Thursday, July 23, 2009

Polio fury

Afghanistan held National Immunization Days in January and March targeted 7.5 million children under 5 years of age for protection against various diseases including Polio. Although normal winter conditions blocked access to many districts with 702,000 children most of these were or will be protected later. Monitoring confirms that in the vast majority of covered districts the target of 95% coverage was achieved. Although Afghanistan is one of only four countries with significant polio problems, surveillance and treatment is generally well established. HOWEVER, the Taliban blocked access to districts with 226,000 eligible children. Nearly a quarter of a million Afghan children are denied access to routine polio protection by these fundamentalists.

Sunday, July 19, 2009

Refurbished Reflections

This is an example was my BFA final project (Concordia University, 2000). I photographed shops with a view camera through their windows. Every image has at least a small reflection of the exterior. I've recently done some reprocessing and the entire exhibition is here.

Thursday, July 16, 2009

World Health Organization

I've joined the World Health Organization. I am the 'Information Officer' for the Health Cluster, which brings health NGOs working in Afghanistan and the Afghan Ministry of Public Health together. (I think.)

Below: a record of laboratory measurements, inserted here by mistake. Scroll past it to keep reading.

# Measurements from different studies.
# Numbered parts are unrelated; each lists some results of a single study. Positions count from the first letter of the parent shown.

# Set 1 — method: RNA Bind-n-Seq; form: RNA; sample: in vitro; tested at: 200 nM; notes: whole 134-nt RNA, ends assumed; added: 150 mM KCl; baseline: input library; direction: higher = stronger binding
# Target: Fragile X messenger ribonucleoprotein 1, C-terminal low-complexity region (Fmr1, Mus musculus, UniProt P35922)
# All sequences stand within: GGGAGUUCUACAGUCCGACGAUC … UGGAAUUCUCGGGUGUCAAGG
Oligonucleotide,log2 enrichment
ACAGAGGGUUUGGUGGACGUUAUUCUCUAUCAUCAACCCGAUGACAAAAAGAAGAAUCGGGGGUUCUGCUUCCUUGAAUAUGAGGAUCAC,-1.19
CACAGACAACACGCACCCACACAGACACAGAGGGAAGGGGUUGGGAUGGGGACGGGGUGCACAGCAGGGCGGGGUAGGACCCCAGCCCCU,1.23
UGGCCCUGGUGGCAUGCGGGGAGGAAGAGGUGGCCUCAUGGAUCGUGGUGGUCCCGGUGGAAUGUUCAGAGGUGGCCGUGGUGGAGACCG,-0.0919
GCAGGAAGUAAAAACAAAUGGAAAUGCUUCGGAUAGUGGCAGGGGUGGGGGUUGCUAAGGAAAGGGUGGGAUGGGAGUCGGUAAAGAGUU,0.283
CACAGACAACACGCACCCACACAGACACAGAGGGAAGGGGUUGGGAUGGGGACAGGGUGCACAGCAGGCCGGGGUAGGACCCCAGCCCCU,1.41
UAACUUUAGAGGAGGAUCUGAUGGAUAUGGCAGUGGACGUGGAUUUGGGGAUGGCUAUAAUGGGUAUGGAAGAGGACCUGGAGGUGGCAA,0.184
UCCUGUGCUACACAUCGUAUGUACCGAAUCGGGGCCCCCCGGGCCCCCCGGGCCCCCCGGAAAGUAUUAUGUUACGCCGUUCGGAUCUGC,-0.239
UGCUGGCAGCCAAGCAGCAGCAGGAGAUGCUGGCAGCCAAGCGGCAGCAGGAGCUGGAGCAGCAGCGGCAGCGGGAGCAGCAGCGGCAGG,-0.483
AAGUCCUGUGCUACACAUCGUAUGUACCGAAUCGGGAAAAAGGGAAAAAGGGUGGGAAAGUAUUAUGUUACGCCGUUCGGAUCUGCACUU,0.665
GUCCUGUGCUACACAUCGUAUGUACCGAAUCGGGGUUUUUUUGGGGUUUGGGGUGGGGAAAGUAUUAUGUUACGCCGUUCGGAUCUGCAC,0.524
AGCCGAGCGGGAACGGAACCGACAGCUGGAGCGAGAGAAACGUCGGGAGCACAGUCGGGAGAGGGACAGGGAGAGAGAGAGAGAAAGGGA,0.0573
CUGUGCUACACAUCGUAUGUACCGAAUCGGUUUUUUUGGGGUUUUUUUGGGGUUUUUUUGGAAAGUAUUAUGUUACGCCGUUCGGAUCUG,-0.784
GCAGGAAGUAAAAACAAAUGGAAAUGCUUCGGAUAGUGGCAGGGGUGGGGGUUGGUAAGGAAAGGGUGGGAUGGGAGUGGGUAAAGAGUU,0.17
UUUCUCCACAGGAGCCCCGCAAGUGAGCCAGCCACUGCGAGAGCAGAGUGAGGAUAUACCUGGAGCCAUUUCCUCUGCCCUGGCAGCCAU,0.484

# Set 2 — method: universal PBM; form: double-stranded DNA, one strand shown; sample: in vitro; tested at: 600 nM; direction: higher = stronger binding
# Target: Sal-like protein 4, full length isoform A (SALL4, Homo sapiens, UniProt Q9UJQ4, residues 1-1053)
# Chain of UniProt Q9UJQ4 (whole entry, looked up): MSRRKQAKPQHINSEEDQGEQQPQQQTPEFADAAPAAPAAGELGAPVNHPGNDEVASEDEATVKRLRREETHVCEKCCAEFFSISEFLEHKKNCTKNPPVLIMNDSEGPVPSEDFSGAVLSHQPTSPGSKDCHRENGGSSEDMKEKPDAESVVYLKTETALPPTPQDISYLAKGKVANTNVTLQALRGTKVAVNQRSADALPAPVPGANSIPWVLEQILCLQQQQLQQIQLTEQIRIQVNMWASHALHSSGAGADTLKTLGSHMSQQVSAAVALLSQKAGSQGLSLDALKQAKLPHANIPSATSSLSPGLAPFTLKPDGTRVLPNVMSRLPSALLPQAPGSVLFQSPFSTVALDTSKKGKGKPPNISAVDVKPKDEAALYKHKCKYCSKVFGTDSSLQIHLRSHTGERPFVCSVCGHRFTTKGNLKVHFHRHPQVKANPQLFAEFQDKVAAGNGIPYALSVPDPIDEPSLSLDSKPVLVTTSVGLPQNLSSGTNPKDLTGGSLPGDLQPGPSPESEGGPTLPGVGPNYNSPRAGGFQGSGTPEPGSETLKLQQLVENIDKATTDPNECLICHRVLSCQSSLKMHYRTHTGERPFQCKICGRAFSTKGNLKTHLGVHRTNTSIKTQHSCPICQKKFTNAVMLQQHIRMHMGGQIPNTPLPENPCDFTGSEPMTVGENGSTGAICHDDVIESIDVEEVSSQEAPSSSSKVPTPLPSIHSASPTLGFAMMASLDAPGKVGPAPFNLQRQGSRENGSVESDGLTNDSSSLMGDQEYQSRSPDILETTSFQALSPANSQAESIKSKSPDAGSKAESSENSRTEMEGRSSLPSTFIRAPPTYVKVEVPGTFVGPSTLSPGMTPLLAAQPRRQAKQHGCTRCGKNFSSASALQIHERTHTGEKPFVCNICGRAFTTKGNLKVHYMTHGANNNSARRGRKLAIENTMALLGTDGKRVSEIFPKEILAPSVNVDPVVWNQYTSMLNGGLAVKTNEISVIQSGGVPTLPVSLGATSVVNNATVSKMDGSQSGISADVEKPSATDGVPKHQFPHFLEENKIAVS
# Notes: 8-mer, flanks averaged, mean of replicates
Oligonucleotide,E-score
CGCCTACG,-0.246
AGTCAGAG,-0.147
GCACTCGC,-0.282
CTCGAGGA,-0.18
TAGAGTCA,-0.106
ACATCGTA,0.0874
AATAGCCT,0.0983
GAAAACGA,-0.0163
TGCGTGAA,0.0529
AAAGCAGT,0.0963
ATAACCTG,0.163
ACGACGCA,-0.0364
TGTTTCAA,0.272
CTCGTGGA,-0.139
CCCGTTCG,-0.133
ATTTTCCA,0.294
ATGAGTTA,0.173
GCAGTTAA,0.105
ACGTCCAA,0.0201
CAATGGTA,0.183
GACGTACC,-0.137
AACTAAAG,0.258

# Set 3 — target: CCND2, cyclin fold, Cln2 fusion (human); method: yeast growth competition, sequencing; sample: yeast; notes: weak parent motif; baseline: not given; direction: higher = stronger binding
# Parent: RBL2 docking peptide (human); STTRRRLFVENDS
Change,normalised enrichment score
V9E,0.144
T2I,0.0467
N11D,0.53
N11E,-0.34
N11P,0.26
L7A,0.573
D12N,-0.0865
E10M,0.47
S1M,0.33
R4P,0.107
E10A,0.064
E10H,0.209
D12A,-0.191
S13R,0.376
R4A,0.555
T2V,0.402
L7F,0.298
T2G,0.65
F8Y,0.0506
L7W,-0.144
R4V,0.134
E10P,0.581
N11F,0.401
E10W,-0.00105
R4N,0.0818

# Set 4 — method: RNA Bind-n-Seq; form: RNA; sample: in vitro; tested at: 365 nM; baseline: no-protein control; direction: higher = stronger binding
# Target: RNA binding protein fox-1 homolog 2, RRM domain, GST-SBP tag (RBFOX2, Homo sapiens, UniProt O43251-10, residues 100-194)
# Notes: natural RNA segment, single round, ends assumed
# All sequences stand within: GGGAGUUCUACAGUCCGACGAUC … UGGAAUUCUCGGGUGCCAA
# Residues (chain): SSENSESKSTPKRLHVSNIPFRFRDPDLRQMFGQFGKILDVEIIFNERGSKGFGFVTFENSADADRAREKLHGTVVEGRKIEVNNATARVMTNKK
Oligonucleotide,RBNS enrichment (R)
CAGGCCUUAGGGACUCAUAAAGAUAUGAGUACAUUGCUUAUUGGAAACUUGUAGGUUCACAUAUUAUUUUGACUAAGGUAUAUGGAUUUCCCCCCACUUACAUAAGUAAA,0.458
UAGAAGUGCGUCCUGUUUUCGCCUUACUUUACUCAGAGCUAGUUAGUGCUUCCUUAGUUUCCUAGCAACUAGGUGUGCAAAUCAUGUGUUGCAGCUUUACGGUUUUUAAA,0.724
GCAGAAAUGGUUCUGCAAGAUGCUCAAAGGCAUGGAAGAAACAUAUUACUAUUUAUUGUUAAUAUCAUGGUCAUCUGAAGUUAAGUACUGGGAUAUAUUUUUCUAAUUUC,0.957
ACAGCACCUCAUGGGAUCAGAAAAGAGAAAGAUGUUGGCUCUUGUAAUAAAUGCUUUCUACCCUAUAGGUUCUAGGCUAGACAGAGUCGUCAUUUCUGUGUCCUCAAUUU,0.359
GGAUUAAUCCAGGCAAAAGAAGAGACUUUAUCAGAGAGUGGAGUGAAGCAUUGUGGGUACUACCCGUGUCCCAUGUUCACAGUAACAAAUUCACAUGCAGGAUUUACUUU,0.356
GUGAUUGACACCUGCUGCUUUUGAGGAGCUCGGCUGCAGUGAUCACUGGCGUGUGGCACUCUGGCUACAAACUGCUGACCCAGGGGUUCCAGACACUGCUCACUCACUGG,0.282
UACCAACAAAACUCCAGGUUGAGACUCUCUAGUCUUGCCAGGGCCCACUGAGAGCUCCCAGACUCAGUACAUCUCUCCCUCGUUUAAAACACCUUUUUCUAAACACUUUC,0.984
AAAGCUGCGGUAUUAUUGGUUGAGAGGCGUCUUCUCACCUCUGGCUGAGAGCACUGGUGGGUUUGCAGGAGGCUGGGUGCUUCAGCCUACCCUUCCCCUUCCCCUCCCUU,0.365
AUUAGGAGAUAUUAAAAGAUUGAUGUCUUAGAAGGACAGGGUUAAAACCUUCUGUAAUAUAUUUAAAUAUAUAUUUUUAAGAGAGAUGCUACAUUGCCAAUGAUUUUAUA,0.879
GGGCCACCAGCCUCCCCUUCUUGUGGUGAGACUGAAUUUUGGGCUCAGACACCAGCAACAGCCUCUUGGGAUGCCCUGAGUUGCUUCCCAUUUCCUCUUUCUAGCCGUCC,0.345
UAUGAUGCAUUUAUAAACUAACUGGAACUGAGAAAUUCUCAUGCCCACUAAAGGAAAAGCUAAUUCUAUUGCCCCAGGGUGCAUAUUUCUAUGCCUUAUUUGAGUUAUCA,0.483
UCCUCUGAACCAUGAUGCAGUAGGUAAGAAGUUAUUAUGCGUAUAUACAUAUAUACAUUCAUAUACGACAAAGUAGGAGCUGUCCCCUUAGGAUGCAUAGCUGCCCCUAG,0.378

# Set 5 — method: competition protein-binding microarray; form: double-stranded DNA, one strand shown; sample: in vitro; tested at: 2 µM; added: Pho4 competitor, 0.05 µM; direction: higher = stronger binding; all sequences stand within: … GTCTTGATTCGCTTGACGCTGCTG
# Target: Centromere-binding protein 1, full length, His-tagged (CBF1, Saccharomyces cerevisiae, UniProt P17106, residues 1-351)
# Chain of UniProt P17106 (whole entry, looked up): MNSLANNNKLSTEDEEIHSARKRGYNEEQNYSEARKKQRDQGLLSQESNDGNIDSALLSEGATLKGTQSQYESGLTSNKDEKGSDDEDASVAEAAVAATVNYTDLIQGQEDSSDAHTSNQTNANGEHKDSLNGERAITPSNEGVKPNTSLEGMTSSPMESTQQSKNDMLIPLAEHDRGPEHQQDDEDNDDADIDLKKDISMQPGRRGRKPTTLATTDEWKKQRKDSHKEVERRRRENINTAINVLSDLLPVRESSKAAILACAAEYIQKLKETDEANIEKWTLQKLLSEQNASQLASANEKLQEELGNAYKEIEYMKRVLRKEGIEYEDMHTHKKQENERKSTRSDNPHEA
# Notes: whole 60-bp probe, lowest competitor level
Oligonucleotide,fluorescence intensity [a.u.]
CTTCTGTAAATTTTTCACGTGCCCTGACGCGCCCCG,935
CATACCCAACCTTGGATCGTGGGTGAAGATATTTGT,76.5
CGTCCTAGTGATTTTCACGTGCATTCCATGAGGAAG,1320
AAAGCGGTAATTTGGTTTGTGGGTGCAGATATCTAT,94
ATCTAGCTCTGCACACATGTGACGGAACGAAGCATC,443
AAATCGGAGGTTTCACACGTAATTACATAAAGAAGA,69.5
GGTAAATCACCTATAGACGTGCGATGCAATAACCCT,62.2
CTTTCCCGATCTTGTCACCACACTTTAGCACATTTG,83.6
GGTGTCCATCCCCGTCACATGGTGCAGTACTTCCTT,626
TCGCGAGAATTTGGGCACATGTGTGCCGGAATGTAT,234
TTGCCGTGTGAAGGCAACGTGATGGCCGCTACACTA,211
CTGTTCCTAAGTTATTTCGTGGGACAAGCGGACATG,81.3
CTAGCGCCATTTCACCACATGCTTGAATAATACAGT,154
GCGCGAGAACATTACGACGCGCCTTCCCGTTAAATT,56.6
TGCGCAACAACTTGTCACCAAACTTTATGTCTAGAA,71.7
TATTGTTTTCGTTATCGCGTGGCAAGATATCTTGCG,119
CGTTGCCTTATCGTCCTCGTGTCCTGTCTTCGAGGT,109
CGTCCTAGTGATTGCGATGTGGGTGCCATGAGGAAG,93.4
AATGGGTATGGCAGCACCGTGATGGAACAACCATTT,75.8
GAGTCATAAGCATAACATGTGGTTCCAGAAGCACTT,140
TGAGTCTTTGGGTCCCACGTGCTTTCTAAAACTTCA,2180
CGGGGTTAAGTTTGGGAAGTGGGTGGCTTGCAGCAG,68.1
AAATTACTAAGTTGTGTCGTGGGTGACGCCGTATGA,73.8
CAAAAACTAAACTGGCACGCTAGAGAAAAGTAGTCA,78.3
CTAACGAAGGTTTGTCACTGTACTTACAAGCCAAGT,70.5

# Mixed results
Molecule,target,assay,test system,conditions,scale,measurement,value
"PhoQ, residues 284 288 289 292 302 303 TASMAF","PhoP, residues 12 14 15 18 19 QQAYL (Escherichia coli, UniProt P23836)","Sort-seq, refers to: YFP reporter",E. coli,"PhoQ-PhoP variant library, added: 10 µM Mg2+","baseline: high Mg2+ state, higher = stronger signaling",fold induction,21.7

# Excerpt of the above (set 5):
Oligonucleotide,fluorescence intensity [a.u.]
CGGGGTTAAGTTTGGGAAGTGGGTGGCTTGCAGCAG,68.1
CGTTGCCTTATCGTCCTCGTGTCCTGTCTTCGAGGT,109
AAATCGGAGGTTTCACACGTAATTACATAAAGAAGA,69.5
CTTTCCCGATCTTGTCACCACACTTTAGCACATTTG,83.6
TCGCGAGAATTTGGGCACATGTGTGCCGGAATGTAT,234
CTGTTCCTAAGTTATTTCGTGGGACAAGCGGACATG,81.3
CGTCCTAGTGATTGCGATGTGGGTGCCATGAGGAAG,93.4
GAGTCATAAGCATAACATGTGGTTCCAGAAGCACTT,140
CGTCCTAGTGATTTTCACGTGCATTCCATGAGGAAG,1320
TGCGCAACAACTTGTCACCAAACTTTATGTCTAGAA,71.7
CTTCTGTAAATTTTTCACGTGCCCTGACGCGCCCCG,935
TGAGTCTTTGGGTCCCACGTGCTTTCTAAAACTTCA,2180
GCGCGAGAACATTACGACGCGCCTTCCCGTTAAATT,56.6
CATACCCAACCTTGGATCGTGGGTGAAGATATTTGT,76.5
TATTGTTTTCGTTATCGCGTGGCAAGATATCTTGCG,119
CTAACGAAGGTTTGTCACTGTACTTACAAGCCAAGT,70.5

It's STILL not the type of management position I'm trying to return to but it looks interesting.

As the Presidential and Provincial Council elections approach we're bracing for threatened 'complex attacks' on our compound. This means that a first vehicle born suicide bomb might smash the compound entrance and then other attackers will run in shooting before detonating their suicide vests. Our building is within a big (and now targeted) compound but we're adding a thick steel front door and windows will be bricked over. Yesterday we were told that when we hear the initial bomb (and apparently we "WILL hear it" - the Taliban won't come with less than 500Kg of explosives) we should lock our door and hide under our desks. Apparently there will be no time to rush to the bunker.

Also related to the election, we are advocating for the Independent Election Commission of Afghanistan to reverse its decision to use health facilities (and schools) for polling. We are concerned that politicizing health facilities jeopardizes their neutrality and the perception and reality that they are safe places. Furthermore, if there is violence on election day the health facilities must be available, not involved.

In between jobs

I spent part of my valuable free time between jobs visiting Puli Khumri in Baghlan province.

I'd had a bad time at my previous job and I hoped that visiting one of our actual projects would make me feel better about the fifteen months I'd devoted.

This is the Women's Garden wall Puli Khumri. The wall is great and the garden (which we did not develop) is lovely. The all-important donor plaque is deteriorating which is deliciously ironic. We claimed that this project generated over 100,000 (half the town's population) of our 129,000 female beneficiaries in our second year.

(In this picture I'm wearing a genuine Schuh's Saloon T-shirt.)


I terminated at ARD on June 20 to our mutual relief. I hope I'll never work for another for-profit organization in a developing country again.